The following censorship instructions, issued to the media by government authorities, have been leaked and distributed online. The name of the issuing body has been omitted to protect the source.
All websites, please add keyword filters for “Yanhuang Chunqiu” to news backends. Do not report or comment on matters related to the reshuffle at the journal. (July 15, 2016) [Chinese]
The liberal journal Yanhuang Chunqiu has long fought to maintain its independence with the aid of retired reformist patrons among the Party elite. Last year, Great Famine historian and former Xinhua journalist Yang Jisheng was forced to step down as editor-in-chief, predicting that “maybe one day, under our opponents’ pressure, Yanhuang Chunqiu may have no choice but to perish.” On Thursday, South China Morning Post’s Jun Mai reported on a new intervention by the Chinese National Academy of Arts, a Ministry of Culture organ which has supervised the journal since 2014.
Among those dismissed is publisher Du Daozheng. Du, 93, a former chief of the General Administration of Press and Publication, the government censor, was an influential leader of the magazine’s staff and respected by retired cadres.
The academy said Du “is too old” and the reshuffle was based on guidelines from the party’s Central Organisation Department and the official news censor.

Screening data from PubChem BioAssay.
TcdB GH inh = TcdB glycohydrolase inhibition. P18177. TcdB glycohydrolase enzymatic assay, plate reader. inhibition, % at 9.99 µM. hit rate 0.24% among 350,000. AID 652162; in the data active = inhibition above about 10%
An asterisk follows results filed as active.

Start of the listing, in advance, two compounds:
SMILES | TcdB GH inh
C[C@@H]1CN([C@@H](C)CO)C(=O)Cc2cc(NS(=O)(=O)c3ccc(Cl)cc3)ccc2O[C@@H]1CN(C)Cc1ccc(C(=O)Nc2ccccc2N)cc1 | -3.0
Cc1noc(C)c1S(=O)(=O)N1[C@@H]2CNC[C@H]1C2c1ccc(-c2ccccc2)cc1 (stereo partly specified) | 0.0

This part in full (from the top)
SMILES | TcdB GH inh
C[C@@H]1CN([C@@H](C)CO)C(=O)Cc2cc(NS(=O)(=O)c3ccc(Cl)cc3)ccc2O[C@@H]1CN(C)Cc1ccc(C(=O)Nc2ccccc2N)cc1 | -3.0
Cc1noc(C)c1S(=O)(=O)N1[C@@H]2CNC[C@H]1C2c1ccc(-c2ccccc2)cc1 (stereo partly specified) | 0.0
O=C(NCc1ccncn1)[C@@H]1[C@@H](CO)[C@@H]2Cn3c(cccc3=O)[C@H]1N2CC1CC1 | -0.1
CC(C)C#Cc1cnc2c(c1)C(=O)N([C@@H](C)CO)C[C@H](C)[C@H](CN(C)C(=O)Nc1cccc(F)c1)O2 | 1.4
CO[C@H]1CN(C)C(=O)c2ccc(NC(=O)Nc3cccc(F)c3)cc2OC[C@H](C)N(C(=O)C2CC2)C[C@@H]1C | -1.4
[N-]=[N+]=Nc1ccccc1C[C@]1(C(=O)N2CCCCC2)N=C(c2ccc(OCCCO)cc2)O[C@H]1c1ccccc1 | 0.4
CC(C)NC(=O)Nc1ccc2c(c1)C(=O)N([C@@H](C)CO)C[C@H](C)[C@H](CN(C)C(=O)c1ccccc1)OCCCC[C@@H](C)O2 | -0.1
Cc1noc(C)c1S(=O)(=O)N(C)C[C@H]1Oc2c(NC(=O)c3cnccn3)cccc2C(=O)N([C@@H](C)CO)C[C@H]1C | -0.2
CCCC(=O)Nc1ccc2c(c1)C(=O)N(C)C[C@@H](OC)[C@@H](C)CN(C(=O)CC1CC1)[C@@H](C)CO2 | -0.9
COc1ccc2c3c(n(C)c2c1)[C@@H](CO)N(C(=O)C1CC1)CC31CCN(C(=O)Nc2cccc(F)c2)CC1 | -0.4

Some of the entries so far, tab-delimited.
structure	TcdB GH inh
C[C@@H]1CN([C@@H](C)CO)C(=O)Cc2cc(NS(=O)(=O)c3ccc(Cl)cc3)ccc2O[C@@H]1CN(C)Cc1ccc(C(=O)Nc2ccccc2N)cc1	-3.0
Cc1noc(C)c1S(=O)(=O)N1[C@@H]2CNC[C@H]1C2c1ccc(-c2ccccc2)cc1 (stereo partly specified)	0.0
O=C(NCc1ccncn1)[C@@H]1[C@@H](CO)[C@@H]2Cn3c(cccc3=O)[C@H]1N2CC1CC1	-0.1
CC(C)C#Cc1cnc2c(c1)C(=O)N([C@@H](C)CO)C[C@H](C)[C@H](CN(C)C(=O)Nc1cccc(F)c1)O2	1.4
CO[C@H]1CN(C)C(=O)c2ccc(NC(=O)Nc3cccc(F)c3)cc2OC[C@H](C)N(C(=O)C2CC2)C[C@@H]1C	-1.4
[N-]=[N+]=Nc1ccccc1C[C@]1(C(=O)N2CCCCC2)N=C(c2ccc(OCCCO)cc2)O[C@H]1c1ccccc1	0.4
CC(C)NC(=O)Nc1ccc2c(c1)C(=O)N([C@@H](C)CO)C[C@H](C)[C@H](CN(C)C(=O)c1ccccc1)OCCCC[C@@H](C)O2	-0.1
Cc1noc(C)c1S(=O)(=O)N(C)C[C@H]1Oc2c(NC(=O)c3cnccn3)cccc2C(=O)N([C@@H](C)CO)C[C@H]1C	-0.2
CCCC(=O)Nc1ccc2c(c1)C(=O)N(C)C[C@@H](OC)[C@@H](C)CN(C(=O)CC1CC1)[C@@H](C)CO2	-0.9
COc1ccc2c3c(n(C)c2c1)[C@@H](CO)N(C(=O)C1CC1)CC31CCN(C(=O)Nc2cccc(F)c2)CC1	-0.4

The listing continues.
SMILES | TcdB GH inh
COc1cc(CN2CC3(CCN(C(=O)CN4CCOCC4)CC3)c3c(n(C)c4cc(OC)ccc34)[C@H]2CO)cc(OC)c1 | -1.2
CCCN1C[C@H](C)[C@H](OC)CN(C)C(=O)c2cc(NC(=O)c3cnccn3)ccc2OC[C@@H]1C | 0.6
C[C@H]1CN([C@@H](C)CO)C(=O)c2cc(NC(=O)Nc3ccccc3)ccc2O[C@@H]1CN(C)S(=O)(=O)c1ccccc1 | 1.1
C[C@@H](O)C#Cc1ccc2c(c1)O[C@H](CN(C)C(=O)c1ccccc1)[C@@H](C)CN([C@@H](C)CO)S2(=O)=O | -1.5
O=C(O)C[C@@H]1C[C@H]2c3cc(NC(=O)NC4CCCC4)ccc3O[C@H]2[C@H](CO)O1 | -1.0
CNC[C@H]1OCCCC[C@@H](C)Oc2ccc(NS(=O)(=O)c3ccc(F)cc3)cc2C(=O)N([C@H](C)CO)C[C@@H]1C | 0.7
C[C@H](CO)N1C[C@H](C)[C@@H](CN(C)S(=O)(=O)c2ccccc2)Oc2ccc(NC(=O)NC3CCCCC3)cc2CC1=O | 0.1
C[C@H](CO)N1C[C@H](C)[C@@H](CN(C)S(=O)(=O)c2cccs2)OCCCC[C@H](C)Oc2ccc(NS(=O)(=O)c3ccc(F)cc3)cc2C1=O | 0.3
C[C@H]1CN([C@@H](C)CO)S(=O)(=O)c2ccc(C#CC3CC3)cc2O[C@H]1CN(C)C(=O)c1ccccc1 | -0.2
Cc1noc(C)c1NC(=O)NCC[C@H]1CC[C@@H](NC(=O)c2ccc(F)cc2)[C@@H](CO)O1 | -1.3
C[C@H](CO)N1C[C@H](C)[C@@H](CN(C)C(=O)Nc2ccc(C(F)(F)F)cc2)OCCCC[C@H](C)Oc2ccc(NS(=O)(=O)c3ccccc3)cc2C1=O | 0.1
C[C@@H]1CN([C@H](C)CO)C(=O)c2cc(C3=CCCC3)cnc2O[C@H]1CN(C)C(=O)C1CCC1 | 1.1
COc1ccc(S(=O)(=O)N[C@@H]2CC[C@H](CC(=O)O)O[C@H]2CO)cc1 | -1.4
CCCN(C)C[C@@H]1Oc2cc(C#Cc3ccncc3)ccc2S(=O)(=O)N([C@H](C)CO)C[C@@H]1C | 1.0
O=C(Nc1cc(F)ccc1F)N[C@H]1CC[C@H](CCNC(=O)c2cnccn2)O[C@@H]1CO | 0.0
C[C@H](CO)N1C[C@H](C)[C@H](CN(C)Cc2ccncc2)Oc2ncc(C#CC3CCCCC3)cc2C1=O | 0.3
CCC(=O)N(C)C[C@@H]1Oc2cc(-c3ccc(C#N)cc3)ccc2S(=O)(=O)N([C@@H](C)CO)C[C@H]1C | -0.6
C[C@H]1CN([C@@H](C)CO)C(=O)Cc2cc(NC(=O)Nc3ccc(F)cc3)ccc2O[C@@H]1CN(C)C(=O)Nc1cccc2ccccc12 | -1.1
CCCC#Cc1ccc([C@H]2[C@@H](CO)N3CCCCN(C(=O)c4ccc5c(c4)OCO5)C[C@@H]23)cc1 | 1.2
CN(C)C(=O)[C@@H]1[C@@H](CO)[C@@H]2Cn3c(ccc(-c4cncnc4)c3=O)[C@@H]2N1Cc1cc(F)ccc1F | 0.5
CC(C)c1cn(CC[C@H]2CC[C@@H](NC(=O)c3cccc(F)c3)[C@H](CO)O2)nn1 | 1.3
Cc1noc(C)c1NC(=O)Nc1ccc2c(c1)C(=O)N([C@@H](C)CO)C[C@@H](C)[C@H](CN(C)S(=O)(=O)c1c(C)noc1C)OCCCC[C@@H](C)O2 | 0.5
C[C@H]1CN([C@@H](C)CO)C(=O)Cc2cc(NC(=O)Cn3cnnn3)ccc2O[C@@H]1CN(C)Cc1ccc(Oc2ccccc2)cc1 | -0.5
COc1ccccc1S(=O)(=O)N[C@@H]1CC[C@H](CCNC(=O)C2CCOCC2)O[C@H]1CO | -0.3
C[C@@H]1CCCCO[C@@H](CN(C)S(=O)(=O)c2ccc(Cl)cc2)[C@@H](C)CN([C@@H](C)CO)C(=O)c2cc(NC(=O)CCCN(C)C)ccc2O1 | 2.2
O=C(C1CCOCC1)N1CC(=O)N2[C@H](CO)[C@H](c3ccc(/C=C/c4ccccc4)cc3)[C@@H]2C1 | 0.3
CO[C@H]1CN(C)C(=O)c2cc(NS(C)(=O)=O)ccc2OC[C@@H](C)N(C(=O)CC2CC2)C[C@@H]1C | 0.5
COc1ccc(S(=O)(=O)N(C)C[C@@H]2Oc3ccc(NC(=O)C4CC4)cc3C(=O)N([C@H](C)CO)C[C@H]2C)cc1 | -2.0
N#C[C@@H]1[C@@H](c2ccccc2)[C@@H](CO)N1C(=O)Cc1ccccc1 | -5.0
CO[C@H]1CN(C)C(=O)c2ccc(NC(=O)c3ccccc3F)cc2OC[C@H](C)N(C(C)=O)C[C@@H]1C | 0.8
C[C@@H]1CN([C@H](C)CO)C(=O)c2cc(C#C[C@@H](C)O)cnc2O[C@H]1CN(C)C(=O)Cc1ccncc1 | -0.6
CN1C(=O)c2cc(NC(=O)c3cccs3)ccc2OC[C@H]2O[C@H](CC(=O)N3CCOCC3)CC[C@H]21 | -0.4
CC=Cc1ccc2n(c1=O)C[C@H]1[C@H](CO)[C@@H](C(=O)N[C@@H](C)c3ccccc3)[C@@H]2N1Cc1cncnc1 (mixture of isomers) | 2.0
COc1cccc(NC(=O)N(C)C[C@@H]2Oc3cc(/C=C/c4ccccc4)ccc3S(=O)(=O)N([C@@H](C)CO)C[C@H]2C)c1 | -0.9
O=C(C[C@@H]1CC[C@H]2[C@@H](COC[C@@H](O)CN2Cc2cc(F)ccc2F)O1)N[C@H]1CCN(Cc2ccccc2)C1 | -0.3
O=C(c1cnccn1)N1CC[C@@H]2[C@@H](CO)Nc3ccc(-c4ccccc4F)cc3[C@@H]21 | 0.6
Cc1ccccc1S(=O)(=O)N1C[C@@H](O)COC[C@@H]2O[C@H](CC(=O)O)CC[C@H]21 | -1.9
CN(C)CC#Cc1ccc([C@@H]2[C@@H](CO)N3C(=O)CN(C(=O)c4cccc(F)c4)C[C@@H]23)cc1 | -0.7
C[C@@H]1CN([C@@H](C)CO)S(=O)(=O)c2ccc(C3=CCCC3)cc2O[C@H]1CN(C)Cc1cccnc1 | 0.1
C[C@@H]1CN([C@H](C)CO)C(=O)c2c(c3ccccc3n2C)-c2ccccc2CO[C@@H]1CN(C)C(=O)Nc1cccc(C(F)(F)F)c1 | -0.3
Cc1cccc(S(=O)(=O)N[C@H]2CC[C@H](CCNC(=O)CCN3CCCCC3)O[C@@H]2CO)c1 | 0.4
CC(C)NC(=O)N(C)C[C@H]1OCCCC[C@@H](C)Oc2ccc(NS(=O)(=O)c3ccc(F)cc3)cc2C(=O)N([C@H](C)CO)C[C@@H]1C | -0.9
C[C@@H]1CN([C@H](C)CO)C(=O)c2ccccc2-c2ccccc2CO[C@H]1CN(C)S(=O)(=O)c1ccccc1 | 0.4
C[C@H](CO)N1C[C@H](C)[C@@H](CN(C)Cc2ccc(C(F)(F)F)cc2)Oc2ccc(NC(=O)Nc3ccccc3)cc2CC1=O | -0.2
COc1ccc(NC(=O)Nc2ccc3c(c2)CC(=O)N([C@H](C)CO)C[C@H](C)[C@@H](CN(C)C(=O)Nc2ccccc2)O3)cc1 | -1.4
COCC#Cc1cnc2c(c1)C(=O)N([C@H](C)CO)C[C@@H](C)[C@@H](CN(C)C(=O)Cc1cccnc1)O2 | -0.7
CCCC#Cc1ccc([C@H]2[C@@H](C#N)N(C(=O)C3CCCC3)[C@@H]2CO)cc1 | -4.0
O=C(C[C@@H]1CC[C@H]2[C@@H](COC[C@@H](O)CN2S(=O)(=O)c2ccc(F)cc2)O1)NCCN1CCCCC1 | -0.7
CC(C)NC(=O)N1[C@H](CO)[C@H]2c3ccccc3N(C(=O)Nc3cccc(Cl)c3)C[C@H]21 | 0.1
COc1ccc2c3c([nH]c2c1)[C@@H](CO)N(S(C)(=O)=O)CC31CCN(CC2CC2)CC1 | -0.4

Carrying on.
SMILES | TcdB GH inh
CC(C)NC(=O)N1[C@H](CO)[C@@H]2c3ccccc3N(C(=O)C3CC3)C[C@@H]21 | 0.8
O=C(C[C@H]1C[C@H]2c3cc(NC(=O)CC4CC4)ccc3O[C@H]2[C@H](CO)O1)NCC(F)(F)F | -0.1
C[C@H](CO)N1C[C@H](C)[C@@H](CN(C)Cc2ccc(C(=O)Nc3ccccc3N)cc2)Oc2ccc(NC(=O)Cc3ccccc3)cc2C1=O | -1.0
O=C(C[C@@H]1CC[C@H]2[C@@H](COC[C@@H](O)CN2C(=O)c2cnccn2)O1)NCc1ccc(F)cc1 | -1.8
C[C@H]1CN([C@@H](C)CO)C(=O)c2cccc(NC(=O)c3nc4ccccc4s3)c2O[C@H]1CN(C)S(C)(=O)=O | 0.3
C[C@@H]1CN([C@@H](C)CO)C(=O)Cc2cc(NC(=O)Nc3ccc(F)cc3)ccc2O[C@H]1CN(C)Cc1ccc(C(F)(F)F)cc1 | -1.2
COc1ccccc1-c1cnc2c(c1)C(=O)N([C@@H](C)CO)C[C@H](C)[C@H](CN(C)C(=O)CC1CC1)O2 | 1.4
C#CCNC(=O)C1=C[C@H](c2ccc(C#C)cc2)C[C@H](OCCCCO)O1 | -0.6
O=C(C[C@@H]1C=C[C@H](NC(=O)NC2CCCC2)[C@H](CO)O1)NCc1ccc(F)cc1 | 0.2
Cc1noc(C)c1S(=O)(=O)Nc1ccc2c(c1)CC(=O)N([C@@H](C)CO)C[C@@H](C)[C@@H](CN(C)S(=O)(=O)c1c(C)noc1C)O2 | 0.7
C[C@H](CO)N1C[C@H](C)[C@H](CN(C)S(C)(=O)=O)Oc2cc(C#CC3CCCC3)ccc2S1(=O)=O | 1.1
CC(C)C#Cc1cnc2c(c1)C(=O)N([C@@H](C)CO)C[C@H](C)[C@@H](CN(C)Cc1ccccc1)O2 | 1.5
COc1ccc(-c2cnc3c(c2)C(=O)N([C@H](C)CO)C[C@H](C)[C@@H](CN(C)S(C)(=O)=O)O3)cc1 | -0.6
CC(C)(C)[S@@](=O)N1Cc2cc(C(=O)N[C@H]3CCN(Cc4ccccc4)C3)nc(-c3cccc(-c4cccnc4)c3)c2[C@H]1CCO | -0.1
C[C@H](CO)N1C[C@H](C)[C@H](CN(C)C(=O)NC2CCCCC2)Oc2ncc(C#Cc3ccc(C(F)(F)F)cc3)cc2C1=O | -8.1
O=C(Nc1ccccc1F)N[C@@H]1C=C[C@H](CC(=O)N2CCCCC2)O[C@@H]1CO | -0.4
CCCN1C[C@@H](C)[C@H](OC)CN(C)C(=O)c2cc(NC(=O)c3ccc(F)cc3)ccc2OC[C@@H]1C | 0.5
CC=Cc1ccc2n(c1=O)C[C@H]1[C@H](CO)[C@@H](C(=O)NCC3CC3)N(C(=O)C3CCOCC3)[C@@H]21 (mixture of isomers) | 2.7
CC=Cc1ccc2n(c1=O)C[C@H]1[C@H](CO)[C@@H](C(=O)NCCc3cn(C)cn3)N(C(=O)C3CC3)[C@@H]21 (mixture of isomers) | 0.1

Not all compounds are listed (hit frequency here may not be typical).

[…] Like Du Daozheng and Hu Dehua [son of former leader Hu Yaobang], many of the magazine’s writers and editorial committee members are reform-minded party veterans. They include Li Rui, former secretary of late chairman Mao Zedong.
But the newcomers have very different backgrounds. The new publisher, Jia Leilei, 60, is an academy deputy director and starting his career as a movie expert. The new editor in chief, Hao Qingjun, 48, researches literature at the academy. Neither have worked at the magazine before.
Yanhuang Chunqiu is seen by many as a torchbearer for liberal-minded intellectuals in the party. It has repeatedly carried unflattering articles on the dark side of the party’s history including the Cultural Revolution. It has also repeatedly voiced support for constitutional democracy. [Source]
On Friday, Yanhuang Chunqiu staff announced that they would sue to stave off the academy’s interference, which marks the culmination of a series of clashes over deviations from Party orthodoxy. From The New York Times’ Kiki Zhao:
In response to the reshuffle, Yanhuang Chunqiu issued two announcements. The first, released on Thursday, said that the academy had violated a 2014 agreement that gave the journal control over personnel issues and that it planned to sue. The second, on Friday, said that several academy staff members had moved into the newsroom. “Eating meals and sleeping at the office day and night have disrupted our work,” it said.
The magazine also said that the password for managing its official website had been changed, and that it had been unable to publish its announcements there. It called on readers via WeChat to help spread word that they had hired lawyers to file a lawsuit against the academy.
[…] “The people Yanhuang Chunqiu depends on, their power and ideas, are waning within the party,” said Wu Si, a former chief editor of the journal. “Meanwhile, ideological controls have become tighter in the past year or two.” Mr. Wu resigned in December 2014, shortly after the academy took charge of the publication.